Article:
Going the extra mile for clients is important for any business that has a lot of competition; it shows that you really care about what you do and are dedicated to keeping your clients happy which will, in turn, encourage them to share information about your business with their friends and family, and be loyal to your brand – even if they could get the same thing cheaper elsewhere.
In the beauty and health industries particularly, the businesses that tend to do well do so not just because they are offering superior services, but because they are run by personable, likeable people who make the effort to connect with their clients and build lasting relationships for them. And even the simplest of things, like making sure all appointments start on time, can make a big difference to your clients. Overall, you need to demonstrate your passion and enthusiasm for what you do – if you don’t want to be there, the client will sense it.
Work with Local Businesses:
You may also find it useful to collaborate with other local businesses and help one another out. For example, if there’s a hair salon nearby, you could team up with them to offer a discount to customers who are referred to your massage services by the salon or vice versa. Speak to businesses in your area that are not competitors, like restaurants and cafes, and ask to leave business cards or flyers on the counter and do the same for them.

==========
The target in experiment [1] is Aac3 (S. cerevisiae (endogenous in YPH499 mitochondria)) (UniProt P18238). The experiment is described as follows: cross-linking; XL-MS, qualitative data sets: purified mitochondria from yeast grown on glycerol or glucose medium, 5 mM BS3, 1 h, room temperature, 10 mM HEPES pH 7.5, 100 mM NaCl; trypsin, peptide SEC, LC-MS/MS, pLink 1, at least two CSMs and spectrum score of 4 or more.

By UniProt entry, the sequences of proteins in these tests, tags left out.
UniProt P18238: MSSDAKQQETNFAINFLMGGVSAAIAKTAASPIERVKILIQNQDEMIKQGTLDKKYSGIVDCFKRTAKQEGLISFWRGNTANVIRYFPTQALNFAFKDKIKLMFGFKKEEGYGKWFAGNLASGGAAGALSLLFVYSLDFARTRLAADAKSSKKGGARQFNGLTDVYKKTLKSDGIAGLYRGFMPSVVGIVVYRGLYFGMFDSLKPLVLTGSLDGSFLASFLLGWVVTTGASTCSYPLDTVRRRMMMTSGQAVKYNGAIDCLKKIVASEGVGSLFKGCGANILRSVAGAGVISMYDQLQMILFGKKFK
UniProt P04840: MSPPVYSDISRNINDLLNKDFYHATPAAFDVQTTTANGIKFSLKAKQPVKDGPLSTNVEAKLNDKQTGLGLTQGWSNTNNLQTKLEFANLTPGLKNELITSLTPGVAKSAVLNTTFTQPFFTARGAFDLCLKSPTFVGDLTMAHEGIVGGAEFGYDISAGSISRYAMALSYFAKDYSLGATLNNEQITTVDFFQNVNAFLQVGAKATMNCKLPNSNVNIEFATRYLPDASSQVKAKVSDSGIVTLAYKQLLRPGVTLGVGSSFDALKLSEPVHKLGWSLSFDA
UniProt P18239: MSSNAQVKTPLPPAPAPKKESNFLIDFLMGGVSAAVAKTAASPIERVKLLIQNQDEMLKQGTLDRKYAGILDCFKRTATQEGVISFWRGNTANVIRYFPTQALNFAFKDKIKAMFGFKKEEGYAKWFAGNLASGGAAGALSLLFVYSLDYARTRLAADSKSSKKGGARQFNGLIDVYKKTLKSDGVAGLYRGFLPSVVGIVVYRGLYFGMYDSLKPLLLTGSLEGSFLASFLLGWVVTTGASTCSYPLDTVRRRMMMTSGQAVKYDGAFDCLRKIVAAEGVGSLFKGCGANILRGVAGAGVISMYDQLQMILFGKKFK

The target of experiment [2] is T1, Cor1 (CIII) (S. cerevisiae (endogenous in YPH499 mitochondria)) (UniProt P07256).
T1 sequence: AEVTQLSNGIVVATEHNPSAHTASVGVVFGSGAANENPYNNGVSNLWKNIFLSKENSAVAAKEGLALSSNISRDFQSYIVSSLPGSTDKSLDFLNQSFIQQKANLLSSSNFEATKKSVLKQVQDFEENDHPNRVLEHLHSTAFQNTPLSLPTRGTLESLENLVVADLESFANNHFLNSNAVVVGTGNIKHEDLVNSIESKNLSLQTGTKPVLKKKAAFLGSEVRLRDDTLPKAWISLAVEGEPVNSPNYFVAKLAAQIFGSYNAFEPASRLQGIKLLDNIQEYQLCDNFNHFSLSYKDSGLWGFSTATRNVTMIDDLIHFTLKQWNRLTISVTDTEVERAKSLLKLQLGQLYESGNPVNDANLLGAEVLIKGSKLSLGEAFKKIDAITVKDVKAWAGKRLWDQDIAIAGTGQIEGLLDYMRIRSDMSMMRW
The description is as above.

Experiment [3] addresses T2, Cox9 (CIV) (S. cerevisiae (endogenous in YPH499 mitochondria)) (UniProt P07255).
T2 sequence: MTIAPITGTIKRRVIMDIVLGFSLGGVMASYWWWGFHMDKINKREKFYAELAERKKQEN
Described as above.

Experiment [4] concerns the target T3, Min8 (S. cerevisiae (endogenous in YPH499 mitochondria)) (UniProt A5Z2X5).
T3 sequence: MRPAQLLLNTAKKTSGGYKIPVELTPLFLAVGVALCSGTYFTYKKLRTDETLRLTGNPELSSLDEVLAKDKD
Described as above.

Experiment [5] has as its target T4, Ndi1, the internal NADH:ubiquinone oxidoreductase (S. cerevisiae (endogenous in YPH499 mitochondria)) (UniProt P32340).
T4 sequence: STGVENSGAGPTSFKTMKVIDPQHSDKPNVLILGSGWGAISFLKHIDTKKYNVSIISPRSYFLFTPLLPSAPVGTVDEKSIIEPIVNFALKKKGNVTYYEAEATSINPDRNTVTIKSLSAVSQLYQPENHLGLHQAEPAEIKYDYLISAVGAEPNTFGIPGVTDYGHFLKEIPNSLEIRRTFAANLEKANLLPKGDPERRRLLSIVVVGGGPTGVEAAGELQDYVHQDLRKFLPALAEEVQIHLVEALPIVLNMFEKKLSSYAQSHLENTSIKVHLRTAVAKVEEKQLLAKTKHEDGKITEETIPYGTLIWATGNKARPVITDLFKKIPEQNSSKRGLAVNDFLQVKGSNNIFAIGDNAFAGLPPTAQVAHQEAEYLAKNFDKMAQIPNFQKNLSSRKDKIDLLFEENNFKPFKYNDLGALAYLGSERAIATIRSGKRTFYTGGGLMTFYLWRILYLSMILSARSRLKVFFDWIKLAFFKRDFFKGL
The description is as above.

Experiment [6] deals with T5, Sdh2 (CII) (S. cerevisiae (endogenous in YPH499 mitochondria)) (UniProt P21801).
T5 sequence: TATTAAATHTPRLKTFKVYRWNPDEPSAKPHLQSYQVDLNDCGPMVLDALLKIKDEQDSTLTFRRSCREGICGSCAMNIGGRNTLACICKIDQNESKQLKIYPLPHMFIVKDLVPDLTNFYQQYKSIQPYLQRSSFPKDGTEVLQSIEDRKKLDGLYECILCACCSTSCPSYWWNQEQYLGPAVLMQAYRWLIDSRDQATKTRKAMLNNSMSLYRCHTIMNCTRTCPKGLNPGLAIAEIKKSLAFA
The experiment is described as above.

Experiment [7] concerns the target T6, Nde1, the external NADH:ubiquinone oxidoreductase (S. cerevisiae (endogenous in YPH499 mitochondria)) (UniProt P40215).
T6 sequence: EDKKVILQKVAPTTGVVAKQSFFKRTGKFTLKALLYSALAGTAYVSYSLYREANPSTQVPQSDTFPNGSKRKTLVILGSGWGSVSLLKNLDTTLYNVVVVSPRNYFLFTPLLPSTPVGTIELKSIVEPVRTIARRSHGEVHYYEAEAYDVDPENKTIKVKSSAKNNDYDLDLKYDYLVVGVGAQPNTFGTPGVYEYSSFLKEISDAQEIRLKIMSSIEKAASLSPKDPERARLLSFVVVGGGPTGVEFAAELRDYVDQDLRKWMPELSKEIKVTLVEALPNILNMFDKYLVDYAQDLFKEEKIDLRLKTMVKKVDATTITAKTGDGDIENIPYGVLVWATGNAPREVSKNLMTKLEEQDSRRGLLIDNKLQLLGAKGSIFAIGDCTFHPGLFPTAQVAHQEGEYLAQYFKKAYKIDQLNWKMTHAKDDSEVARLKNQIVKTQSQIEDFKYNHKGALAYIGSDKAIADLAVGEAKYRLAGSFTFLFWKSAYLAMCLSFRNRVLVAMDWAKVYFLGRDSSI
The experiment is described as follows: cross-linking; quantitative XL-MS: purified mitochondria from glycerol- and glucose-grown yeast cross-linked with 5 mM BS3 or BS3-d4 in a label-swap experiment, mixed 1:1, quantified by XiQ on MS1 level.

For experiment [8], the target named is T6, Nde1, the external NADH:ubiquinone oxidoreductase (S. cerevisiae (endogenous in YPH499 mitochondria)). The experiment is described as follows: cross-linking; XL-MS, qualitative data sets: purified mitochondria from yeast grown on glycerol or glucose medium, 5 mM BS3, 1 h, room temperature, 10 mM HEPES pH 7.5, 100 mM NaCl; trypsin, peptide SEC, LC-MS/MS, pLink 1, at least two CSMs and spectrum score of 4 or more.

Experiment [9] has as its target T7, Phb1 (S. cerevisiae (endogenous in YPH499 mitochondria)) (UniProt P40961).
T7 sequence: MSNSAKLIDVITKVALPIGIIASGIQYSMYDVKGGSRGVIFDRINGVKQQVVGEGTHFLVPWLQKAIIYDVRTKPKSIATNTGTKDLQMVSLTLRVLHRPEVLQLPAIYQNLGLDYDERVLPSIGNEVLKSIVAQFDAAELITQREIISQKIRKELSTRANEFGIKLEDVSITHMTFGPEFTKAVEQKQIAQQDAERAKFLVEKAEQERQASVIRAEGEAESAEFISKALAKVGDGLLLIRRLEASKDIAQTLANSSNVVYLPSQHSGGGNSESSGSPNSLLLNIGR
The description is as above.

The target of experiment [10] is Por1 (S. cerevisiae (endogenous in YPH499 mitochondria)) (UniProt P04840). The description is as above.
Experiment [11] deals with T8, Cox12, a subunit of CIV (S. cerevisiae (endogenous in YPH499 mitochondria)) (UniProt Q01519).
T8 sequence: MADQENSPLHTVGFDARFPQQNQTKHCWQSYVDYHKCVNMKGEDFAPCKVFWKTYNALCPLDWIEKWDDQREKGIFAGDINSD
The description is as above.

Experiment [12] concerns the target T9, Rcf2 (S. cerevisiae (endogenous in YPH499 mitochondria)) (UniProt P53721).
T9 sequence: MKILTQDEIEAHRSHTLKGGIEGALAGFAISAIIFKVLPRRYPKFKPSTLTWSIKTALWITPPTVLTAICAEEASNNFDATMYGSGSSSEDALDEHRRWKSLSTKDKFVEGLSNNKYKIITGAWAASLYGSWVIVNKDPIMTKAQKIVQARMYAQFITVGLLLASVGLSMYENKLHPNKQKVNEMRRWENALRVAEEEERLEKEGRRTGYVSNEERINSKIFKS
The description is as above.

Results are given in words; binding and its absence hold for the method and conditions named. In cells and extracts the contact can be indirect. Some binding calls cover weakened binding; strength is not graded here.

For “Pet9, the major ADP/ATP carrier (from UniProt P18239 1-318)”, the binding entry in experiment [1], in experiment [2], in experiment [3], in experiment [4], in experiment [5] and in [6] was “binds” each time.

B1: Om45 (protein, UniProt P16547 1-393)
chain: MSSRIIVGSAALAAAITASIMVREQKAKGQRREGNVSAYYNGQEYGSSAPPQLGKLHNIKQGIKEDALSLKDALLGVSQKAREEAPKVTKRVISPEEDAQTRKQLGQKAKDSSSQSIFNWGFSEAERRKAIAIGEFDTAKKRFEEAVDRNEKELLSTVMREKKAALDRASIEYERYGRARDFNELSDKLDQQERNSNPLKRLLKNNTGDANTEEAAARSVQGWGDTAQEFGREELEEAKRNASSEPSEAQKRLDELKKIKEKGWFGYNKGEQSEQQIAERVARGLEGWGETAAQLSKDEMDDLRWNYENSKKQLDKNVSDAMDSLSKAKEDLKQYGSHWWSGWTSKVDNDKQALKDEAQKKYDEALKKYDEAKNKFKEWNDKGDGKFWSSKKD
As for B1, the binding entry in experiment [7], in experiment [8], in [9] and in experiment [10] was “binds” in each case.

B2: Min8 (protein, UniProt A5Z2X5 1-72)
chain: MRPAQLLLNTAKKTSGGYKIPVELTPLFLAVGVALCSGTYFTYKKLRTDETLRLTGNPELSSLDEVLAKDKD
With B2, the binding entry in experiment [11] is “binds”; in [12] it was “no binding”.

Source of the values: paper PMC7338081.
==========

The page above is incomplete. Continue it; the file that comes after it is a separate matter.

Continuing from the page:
Working together is key to small business success; the more local businesses you have behind you, the better – as people tend to trust businesses and practitioners that are recommended by somewhere or someone that they already trust and are familiar with.
Massage is a very competitive industry to get into, but with the right attitude and approach, you can have a lucrative business as a massage therapist.